• Why does wood need to be protected with preservatives?

    When using wood for economical building material and structural/decorative applications, it is important that we properly protect the products we sell in order to ensure long-term use for our customers. Because wood is used indoors and outdoors it is susceptible to several environmental factors. Bacteria, fungi, and insects are just a few of the destructive organisms that work to deteriorate the wood if it is not properly preserved. Treating lumber prevents the wood from breaking down and becoming unstable. By expanding the life-span of the trees used, we are able to utilize our natural resource efficiently.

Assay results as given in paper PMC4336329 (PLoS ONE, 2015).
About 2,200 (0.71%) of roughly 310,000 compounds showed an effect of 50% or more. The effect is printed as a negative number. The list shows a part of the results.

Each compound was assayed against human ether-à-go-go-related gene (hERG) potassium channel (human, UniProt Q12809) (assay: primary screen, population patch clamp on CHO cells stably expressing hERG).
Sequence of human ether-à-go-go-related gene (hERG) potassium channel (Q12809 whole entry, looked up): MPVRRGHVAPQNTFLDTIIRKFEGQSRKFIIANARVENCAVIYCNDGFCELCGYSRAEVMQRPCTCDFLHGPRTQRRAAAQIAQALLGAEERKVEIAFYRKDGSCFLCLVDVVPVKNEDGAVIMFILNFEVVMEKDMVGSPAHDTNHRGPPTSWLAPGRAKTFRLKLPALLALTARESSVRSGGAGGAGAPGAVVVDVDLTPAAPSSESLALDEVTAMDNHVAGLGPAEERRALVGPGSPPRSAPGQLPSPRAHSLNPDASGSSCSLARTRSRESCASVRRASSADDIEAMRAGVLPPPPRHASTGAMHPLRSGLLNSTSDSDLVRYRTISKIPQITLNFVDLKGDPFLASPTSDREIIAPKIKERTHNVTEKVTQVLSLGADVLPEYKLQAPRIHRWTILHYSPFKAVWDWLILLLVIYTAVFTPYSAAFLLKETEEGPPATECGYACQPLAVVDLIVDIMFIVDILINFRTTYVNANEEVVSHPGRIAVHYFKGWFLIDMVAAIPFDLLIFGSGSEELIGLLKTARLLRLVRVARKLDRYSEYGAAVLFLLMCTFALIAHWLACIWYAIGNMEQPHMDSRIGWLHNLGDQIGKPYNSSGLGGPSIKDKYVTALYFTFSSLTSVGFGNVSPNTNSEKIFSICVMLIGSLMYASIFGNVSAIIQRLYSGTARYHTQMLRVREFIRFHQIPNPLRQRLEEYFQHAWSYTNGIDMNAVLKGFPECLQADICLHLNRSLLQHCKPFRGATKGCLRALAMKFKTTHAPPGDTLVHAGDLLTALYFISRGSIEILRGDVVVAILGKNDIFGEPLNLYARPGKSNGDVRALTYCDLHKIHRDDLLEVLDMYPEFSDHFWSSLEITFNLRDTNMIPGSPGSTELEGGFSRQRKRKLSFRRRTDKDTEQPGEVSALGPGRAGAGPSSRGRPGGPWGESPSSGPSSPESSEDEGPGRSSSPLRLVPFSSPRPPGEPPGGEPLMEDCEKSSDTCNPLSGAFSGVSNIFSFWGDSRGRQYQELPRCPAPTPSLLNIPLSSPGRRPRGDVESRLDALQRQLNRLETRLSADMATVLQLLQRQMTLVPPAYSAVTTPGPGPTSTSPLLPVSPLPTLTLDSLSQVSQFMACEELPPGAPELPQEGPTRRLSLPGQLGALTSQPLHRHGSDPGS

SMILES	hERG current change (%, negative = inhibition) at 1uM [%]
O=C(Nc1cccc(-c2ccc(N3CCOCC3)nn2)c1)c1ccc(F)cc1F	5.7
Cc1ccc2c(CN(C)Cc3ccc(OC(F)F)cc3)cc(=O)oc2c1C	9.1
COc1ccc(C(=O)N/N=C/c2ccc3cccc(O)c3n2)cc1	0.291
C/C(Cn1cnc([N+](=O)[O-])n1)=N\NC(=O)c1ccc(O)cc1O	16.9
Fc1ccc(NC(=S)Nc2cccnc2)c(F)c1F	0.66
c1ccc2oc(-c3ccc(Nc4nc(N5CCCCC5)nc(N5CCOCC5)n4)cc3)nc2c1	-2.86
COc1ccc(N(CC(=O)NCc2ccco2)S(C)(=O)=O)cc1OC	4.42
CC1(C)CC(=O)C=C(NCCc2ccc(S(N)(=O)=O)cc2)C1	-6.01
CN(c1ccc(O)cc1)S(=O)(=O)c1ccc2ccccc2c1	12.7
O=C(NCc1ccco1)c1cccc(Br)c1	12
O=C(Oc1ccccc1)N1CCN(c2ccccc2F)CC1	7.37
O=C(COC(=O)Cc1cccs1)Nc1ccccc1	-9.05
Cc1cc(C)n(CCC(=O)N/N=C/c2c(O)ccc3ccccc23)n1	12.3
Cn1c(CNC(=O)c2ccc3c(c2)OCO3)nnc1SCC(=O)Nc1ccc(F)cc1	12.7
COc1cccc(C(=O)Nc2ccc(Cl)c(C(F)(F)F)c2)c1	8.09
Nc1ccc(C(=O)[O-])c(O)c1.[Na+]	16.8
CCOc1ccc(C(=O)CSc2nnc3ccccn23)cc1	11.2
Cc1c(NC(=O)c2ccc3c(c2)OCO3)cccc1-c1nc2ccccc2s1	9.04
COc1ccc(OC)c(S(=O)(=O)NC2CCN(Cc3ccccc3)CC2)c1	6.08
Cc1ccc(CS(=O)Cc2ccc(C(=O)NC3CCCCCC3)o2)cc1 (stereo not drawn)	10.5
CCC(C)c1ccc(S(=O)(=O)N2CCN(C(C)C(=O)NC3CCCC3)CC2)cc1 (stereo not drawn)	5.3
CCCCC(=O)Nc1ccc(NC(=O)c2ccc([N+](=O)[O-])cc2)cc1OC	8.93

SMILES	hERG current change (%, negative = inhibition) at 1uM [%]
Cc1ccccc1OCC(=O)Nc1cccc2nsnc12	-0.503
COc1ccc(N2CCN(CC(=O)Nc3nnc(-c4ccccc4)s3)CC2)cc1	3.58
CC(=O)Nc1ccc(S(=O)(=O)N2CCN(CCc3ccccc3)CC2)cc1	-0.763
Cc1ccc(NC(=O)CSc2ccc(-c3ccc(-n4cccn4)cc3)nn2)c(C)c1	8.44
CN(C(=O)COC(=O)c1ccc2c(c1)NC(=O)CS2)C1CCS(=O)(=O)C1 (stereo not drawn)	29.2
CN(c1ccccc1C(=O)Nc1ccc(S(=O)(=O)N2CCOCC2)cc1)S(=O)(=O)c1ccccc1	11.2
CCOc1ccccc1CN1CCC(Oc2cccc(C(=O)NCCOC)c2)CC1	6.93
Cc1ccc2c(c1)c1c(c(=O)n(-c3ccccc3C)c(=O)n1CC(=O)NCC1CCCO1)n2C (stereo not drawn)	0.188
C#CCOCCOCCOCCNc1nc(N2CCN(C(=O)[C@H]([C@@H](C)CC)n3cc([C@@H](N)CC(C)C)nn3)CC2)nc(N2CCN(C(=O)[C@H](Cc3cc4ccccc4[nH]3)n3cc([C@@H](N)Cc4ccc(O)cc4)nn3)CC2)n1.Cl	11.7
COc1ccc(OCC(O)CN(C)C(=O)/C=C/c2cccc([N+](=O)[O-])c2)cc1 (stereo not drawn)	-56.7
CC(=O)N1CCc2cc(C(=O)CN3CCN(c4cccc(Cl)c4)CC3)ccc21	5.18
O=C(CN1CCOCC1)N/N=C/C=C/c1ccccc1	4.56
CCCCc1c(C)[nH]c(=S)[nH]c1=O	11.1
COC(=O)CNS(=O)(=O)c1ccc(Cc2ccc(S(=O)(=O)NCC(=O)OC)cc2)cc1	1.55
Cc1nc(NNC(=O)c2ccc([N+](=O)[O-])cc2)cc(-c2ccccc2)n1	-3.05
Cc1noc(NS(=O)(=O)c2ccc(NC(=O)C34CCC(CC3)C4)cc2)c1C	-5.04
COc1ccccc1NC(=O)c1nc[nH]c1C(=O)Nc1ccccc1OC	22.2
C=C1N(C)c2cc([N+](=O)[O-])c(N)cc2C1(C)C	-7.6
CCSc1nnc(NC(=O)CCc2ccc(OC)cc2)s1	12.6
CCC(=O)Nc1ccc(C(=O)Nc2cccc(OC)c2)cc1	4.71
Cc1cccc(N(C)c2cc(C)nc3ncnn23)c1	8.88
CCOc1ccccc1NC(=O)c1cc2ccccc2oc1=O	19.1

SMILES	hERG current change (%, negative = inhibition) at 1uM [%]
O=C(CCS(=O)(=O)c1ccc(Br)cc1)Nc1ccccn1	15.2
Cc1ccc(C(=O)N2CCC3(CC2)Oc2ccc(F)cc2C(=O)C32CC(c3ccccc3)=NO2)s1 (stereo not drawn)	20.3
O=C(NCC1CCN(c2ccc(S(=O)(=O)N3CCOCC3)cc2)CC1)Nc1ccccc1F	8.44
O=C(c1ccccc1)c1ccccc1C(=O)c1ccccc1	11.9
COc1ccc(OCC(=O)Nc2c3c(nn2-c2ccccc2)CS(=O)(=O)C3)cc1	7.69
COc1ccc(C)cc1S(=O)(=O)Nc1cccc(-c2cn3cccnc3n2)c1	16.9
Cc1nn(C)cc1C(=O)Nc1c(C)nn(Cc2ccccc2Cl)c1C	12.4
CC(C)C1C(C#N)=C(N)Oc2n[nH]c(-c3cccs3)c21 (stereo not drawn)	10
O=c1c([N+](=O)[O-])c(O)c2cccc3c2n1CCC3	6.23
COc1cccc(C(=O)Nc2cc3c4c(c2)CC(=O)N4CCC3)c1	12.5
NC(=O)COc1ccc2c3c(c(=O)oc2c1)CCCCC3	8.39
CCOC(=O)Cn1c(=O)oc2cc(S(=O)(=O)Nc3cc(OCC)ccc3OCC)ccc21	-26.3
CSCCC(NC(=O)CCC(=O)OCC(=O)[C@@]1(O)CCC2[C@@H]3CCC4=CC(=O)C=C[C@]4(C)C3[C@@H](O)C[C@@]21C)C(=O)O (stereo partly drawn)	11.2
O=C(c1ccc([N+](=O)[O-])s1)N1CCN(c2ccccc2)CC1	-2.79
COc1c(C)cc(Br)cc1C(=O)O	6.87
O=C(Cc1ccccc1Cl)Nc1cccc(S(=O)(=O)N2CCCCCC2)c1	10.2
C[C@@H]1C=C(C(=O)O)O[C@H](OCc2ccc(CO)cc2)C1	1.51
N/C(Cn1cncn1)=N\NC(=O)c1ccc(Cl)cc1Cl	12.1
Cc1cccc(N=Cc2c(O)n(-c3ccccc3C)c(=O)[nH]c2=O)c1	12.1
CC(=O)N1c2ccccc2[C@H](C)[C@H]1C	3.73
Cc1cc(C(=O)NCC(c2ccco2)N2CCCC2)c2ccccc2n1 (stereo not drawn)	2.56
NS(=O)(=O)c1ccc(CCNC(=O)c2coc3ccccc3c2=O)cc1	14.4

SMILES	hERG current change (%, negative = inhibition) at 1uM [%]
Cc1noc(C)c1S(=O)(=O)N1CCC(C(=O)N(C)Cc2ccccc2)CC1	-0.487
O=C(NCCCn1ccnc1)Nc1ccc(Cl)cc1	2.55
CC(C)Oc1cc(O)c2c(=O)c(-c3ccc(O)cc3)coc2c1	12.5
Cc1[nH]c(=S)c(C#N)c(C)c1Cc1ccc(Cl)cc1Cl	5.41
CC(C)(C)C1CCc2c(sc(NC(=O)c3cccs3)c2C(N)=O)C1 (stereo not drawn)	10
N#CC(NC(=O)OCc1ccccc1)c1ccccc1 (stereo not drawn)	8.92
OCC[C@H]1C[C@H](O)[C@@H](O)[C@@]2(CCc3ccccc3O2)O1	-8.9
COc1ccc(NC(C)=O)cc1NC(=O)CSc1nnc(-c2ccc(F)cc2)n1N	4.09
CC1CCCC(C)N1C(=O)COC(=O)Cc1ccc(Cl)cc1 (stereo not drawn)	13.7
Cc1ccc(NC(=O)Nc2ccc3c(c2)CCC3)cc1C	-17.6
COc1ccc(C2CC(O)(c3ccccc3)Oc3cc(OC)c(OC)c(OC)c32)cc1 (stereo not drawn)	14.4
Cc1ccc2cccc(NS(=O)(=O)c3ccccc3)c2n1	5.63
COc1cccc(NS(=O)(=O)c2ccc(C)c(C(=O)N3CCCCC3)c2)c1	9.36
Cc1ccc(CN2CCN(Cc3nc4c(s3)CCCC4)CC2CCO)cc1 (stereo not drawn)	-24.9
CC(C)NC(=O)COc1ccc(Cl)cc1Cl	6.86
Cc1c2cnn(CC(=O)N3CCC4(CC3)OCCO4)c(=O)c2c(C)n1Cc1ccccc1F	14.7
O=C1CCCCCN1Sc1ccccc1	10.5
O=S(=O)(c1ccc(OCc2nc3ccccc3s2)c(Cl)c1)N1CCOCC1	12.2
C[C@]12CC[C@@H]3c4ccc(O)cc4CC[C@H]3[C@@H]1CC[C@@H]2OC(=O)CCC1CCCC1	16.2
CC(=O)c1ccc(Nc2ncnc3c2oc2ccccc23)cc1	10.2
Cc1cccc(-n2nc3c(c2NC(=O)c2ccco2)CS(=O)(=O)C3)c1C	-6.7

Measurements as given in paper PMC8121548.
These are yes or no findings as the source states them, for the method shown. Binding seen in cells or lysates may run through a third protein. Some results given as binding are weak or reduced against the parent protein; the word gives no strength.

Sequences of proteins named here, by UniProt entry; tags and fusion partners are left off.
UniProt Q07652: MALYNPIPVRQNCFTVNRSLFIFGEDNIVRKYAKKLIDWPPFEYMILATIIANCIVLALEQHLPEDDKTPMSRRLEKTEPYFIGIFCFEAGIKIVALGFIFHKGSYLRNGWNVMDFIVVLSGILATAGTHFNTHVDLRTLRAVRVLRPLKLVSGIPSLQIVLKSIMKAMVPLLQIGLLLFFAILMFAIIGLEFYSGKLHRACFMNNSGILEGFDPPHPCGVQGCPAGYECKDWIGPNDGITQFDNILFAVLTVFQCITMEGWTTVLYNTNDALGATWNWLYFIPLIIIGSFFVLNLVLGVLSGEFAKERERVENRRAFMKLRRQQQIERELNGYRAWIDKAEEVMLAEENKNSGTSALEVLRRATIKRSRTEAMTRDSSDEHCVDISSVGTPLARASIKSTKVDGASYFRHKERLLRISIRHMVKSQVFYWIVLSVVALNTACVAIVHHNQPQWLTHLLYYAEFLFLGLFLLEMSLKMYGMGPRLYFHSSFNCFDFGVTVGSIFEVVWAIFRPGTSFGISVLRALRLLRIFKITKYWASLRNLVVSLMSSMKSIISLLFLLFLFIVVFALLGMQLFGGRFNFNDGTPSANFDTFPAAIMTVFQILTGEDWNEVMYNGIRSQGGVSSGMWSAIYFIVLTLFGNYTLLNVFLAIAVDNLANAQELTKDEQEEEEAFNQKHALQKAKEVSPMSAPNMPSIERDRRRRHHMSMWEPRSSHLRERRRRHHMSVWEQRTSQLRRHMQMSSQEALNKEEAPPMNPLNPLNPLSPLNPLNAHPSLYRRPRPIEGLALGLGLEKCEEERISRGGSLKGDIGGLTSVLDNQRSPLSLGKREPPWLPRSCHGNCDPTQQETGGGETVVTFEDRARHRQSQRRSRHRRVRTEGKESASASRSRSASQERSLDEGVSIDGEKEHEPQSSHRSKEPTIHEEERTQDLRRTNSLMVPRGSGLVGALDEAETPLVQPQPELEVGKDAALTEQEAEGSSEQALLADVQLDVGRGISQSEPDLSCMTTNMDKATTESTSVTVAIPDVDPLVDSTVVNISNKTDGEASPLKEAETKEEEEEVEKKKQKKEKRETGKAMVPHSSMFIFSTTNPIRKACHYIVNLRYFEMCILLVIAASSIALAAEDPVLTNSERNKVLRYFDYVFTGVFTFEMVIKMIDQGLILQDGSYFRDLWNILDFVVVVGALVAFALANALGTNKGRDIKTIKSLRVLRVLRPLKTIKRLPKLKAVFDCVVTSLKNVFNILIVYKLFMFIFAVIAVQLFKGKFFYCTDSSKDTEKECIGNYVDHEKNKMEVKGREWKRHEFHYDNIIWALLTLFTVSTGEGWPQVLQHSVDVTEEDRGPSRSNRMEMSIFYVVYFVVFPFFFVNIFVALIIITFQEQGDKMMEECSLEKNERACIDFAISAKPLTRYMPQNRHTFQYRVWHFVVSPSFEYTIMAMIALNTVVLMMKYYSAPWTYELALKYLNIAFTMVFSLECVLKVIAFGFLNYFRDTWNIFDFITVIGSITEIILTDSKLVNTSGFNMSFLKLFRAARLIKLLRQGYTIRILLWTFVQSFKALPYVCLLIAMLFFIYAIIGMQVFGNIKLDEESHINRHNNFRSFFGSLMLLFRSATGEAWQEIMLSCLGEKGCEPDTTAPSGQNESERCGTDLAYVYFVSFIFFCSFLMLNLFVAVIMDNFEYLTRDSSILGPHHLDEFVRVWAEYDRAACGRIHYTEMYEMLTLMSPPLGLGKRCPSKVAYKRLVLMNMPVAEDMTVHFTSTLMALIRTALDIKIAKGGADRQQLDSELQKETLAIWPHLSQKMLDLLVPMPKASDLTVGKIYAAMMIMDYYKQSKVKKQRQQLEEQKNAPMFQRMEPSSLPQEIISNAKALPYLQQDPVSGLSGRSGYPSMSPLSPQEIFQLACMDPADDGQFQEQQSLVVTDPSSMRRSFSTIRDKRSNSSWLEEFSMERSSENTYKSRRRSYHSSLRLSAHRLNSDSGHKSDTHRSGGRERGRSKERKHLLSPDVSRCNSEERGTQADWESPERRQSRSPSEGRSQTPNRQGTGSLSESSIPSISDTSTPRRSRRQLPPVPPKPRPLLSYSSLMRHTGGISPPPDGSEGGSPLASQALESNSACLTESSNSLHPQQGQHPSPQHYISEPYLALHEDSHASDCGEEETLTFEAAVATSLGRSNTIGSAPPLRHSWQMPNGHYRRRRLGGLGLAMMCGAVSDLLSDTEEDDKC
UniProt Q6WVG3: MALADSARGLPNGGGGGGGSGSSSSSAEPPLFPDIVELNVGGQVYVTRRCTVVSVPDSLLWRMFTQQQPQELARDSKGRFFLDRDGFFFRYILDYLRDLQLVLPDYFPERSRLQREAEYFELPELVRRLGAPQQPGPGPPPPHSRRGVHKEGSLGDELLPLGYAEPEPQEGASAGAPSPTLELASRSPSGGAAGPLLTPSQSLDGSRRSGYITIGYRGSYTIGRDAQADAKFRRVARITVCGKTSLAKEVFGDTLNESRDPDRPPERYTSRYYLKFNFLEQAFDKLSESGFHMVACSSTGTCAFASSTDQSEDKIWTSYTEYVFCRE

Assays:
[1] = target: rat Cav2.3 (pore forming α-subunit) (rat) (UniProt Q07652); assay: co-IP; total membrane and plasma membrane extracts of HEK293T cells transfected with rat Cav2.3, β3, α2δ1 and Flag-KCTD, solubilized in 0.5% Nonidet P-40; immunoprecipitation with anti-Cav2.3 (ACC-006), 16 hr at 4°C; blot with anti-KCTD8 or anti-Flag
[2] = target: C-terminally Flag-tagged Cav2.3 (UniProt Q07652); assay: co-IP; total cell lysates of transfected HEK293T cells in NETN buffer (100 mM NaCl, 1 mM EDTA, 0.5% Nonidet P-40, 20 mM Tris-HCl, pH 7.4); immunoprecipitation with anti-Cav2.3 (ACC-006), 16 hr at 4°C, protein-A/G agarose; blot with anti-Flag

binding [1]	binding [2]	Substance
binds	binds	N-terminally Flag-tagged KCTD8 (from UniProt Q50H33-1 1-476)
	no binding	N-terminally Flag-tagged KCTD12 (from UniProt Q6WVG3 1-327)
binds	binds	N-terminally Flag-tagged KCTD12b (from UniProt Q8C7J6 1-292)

• How is Madison’s treated wood produced?

    The treating process is multifaceted and highly monitored by experienced personnel.

    1. Lumber, timbers, or plywood is loaded onto a sophisticated lumber handling system that automatically transfers the lumber into a large, horizontal treating cylinder.
    2. The cylinder door is sealed and a vacuum is applied to remove air from the cylinder and the wood cells.
    3. The cylinder is then filled with the preservative solution.
    4. The pressure is raised to about 150 pounds per square inch, forcing the preservative into the wood. Treating time varies depending on species of wood, commodity being treated, and the amount of preservative to be impregnated.
    5. At the end of the process, excess treating solution is pumped out of the cylinder and back to a storage tank for later re-use.
    6. A final vacuum removes excess preservative from wood cells. The cylinder door is opened and the automatic lumber handling system is pulled out.